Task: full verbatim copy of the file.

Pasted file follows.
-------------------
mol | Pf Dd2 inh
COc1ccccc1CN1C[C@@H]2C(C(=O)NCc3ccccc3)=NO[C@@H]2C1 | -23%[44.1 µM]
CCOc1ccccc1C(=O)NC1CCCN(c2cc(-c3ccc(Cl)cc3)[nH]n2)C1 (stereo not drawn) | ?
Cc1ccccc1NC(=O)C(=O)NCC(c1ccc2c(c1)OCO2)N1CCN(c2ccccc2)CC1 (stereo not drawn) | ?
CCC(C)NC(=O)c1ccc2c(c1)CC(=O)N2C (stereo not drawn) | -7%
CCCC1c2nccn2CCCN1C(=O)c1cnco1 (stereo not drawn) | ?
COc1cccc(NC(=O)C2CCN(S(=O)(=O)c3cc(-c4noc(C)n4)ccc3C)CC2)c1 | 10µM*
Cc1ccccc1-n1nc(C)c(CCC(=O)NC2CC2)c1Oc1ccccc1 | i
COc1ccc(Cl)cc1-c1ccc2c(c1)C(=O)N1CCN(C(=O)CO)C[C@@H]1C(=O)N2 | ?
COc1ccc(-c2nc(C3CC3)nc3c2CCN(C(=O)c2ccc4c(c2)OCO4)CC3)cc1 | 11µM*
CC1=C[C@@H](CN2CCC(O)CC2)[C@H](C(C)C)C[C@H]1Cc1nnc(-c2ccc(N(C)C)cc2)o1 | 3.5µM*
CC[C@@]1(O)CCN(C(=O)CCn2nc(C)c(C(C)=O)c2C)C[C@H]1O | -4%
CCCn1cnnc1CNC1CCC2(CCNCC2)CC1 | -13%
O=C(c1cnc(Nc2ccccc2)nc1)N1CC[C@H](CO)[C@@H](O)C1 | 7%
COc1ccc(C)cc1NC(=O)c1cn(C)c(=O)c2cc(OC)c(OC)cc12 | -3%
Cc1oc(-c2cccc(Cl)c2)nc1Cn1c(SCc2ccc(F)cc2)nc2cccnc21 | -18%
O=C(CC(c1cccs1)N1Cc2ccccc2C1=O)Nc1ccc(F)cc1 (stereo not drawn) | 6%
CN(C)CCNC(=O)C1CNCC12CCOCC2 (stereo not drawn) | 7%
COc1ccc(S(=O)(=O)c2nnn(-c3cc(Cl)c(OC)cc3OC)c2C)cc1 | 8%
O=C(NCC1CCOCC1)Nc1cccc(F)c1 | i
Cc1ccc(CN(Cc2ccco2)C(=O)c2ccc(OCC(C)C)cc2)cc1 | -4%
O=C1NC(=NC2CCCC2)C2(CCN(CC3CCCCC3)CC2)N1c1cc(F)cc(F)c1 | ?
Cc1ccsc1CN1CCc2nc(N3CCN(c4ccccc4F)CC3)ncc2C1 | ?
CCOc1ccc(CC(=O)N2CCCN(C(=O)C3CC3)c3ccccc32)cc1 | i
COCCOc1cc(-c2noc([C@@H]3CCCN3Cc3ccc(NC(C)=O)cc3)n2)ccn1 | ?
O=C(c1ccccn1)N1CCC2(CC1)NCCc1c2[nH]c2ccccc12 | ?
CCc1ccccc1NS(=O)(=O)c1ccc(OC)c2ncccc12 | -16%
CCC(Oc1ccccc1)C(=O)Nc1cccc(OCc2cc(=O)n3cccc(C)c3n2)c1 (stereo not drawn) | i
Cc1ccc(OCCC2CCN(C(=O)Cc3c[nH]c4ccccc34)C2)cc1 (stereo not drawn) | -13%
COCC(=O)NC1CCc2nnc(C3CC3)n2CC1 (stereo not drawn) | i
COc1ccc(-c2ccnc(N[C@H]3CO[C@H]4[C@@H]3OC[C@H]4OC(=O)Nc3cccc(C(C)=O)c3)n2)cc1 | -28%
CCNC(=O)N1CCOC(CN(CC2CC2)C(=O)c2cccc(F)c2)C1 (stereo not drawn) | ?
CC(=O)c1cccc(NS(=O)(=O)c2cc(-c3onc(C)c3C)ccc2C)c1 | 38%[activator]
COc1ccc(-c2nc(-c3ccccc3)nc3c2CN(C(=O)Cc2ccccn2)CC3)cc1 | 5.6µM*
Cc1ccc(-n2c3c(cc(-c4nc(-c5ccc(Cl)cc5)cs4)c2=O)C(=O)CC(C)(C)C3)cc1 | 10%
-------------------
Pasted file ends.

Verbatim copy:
mol | Pf Dd2 inh
COc1ccccc1CN1C[C@@H]2C(C(=O)NCc3ccccc3)=NO[C@@H]2C1 | -23%[44.1 µM]
CCOc1ccccc1C(=O)NC1CCCN(c2cc(-c3ccc(Cl)cc3)[nH]n2)C1 (stereo not drawn) | ?
Cc1ccccc1NC(=O)C(=O)NCC(c1ccc2c(c1)OCO2)N1CCN(c2ccccc2)CC1 (stereo not drawn) | ?
CCC(C)NC(=O)c1ccc2c(c1)CC(=O)N2C (stereo not drawn) | -7%
CCCC1c2nccn2CCCN1C(=O)c1cnco1 (stereo not drawn) | ?
COc1cccc(NC(=O)C2CCN(S(=O)(=O)c3cc(-c4noc(C)n4)ccc3C)CC2)c1 | 10µM*
Cc1ccccc1-n1nc(C)c(CCC(=O)NC2CC2)c1Oc1ccccc1 | i
COc1ccc(Cl)cc1-c1ccc2c(c1)C(=O)N1CCN(C(=O)CO)C[C@@H]1C(=O)N2 | ?
COc1ccc(-c2nc(C3CC3)nc3c2CCN(C(=O)c2ccc4c(c2)OCO4)CC3)cc1 | 11µM*
CC1=C[C@@H](CN2CCC(O)CC2)[C@H](C(C)C)C[C@H]1Cc1nnc(-c2ccc(N(C)C)cc2)o1 | 3.5µM*
CC[C@@]1(O)CCN(C(=O)CCn2nc(C)c(C(C)=O)c2C)C[C@H]1O | -4%
CCCn1cnnc1CNC1CCC2(CCNCC2)CC1 | -13%
O=C(c1cnc(Nc2ccccc2)nc1)N1CC[C@H](CO)[C@@H](O)C1 | 7%
COc1ccc(C)cc1NC(=O)c1cn(C)c(=O)c2cc(OC)c(OC)cc12 | -3%
Cc1oc(-c2cccc(Cl)c2)nc1Cn1c(SCc2ccc(F)cc2)nc2cccnc21 | -18%
O=C(CC(c1cccs1)N1Cc2ccccc2C1=O)Nc1ccc(F)cc1 (stereo not drawn) | 6%
CN(C)CCNC(=O)C1CNCC12CCOCC2 (stereo not drawn) | 7%
COc1ccc(S(=O)(=O)c2nnn(-c3cc(Cl)c(OC)cc3OC)c2C)cc1 | 8%
O=C(NCC1CCOCC1)Nc1cccc(F)c1 | i
Cc1ccc(CN(Cc2ccco2)C(=O)c2ccc(OCC(C)C)cc2)cc1 | -4%
O=C1NC(=NC2CCCC2)C2(CCN(CC3CCCCC3)CC2)N1c1cc(F)cc(F)c1 | ?
Cc1ccsc1CN1CCc2nc(N3CCN(c4ccccc4F)CC3)ncc2C1 | ?
CCOc1ccc(CC(=O)N2CCCN(C(=O)C3CC3)c3ccccc32)cc1 | i
COCCOc1cc(-c2noc([C@@H]3CCCN3Cc3ccc(NC(C)=O)cc3)n2)ccn1 | ?
O=C(c1ccccn1)N1CCC2(CC1)NCCc1c2[nH]c2ccccc12 | ?
CCc1ccccc1NS(=O)(=O)c1ccc(OC)c2ncccc12 | -16%
CCC(Oc1ccccc1)C(=O)Nc1cccc(OCc2cc(=O)n3cccc(C)c3n2)c1 (stereo not drawn) | i
Cc1ccc(OCCC2CCN(C(=O)Cc3c[nH]c4ccccc34)C2)cc1 (stereo not drawn) | -13%
COCC(=O)NC1CCc2nnc(C3CC3)n2CC1 (stereo not drawn) | i
COc1ccc(-c2ccnc(N[C@H]3CO[C@H]4[C@@H]3OC[C@H]4OC(=O)Nc3cccc(C(C)=O)c3)n2)cc1 | -28%
CCNC(=O)N1CCOC(CN(CC2CC2)C(=O)c2cccc(F)c2)C1 (stereo not drawn) | ?
CC(=O)c1cccc(NS(=O)(=O)c2cc(-c3onc(C)c3C)ccc2C)c1 | 38%[activator]
COc1ccc(-c2nc(-c3ccccc3)nc3c2CN(C(=O)Cc2ccccn2)CC3)cc1 | 5.6µM*
Cc1ccc(-n2c3c(cc(-c4nc(-c5ccc(Cl)cc5)cs4)c2=O)C(=O)CC(C)(C)C3)cc1 | 10%